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Advanced Historical Theology - Christological Controversies, Nestorius and the Council of Chalcedon - by C. Matthew McMahon

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Part 9 – Advanced Historical Theology – Christological Controversies, Nestorius and the Council of Chalcedon

Christological Controversies

Christology was one of the most important topics to be debated, though during the Arian controversy there was too much interest in Trinitarian question for theologians to give careful thought to a defined Christology. Tertullian’s formula of Christ being two natures joined in one person was not immediately accepted by Western theologians. Augustine gained the preeminence to the term persona.

Eustathius (of the Antiochene school) did not believe that the divinity of Christ was not personal. This tendency to emphasize the distinction between the two natures of Christ, and the genuineness of his humanity, continues in the teaching of Eustathius’ followers like Diodore of Tarsus and Theodore of Mopsuestia. The Alexandrians believed that Jesus lacked a true human soul. The Antiochenes believed in a Logos-human Christology and the Alexandrians with a Logos-flesh Christology.

These views paved the way for the Apollinarianism heresy. Apollinaris was born early in the fourth century and grew to be an educated and skilled orator. His Christology was focused to uphold the integrity of Jesus Christ in his person as well as the immutability of the Word from any change. He attempted to refute Arianism, but in the process developed a heretical theory of the person and natures of Christ. In Christ the Word occupied the place of His spirit, so that in him a human body and soul were joined to the divine reason.

Athanasius wrote vigorously against Apollinaris and this reformulated heresy. The Cappadocians then entered the argumentation and wrote against Apollinaris as well. It was mostly on the basis of their objections that the Christological doctrines of Apollinaris were condemned by the council gathered at Constantinople in 381 A.D., usually known as the Second Ecumenical Council.

The Nestorian Controversy

The Nestorian heresy appeared around 428 A.D. The conflict broke out when Nestorius rejected the idea of the “Bearer of God” or theotokos as a title applied to Mary. Nestroius could not stomach the idea that Mary was God’s mother. After this rejection, Cyril of Alexandria mustered all the forces that could help him to achieve the condemnation of Nestorius.

After a time of rebuttal and accusation between these theologians, a council was held. These mutual condemnations created such troubles in the Eastern Church that the emperors Valentinian III and Theodosius II called a general council that was to meet at Ephesus on June 7, 431 A.D. Only a few supporters arrived for Nestorius. The council analyzed not only Nestorius’ ideas, but also Cyril’s – of which many they found to be unorthodox. However, more attention was given to Nestorius’ writings and how those writings coincided together without contradiction and without difficulty. Nestorius had contradicted himself many times between his works and caused great confusion as to exactly where he landed on all the issues surrounding the natures and person of Christ.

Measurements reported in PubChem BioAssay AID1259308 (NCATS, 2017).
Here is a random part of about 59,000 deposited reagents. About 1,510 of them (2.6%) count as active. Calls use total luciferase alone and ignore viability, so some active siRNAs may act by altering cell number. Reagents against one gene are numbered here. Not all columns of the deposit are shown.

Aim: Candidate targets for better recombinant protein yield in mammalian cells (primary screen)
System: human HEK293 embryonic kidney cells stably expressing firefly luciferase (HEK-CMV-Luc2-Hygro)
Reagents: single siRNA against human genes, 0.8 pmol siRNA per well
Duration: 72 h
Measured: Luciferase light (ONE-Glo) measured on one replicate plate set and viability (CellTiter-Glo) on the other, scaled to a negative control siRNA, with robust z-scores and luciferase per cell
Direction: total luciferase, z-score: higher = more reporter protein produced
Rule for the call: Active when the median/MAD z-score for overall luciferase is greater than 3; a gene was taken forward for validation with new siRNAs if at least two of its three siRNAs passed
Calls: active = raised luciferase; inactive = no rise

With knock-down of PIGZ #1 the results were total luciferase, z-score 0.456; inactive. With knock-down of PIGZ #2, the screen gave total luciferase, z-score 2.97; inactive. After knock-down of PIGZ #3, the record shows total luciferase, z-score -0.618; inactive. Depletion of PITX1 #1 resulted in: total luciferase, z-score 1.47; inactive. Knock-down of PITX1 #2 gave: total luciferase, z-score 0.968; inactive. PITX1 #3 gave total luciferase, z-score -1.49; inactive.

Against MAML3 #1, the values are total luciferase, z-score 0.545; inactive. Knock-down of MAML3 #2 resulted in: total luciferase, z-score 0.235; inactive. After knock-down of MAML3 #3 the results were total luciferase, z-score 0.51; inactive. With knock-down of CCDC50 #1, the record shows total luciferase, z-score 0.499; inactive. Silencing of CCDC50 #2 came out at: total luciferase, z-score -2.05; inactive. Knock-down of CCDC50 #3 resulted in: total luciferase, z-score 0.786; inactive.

Nestorius thought that Christ was two persons and two natures joined together without mixture. But this was a schizophrenic problem. Christ did not have two natures and two persons, but two natures and one person. Nestorius vigorously held to two prosopa in Him (two persons). The union between the two was what he called a “conjunction” so that each of the two natures retains its own predicates, which must not be confused. He did not accept the theological idea of the communicatio idiomatum as a result. The council saw this as a heretical view overthrowing the hypostatic union, or the two natures in hypostases.

The Council of Chalcedon

The bishops of the day saw the formula for Christology in the Council of Ephesus in 433 A.D. as a standard of orthodoxy. However, there were still some in the empire that did not accept the standards and began touting other theological ideas. Of these was Eutychus who refused to accept the formulas “consubstantial to us” and “two natures after the incarnation.” For Eutychus, Christ was one mixed person and nature. After being condemned by the Constantinople synod, Eutychus appealed to the bishops of the mains sees, including Leo at Rome. As a result the emperor Dioscorus called a council that was to meet at Ephesus in 449 A.D. It was attended by 130 bishops, but they knew that Dioscorus wanted all of them to be of one mind – his mind. And he did not think that Eutychus was wrong theologically. So there was immediate political tension at this synod.

The council did represent the heresy of Eutychus, the Alexandrian doctrine of Christ and the Antiochene doctrine of Christ. Leo attempted to bring unity and orthodoxy to light, but he was voted over and later called it the “robbers synod.” Leo had written a Tome which explained the orthodox position, but it was never read. Another council was later held in 451 A.D. at Chalcedon (in the month of May) where the emperors called the bishops together again. This is known as the Fourth Ecumenical council. It covered the orthodox standing of the Christological idea in the church and formulated the Chalcedonian Creed that overturned the heresies of the day, including Eutychianism.

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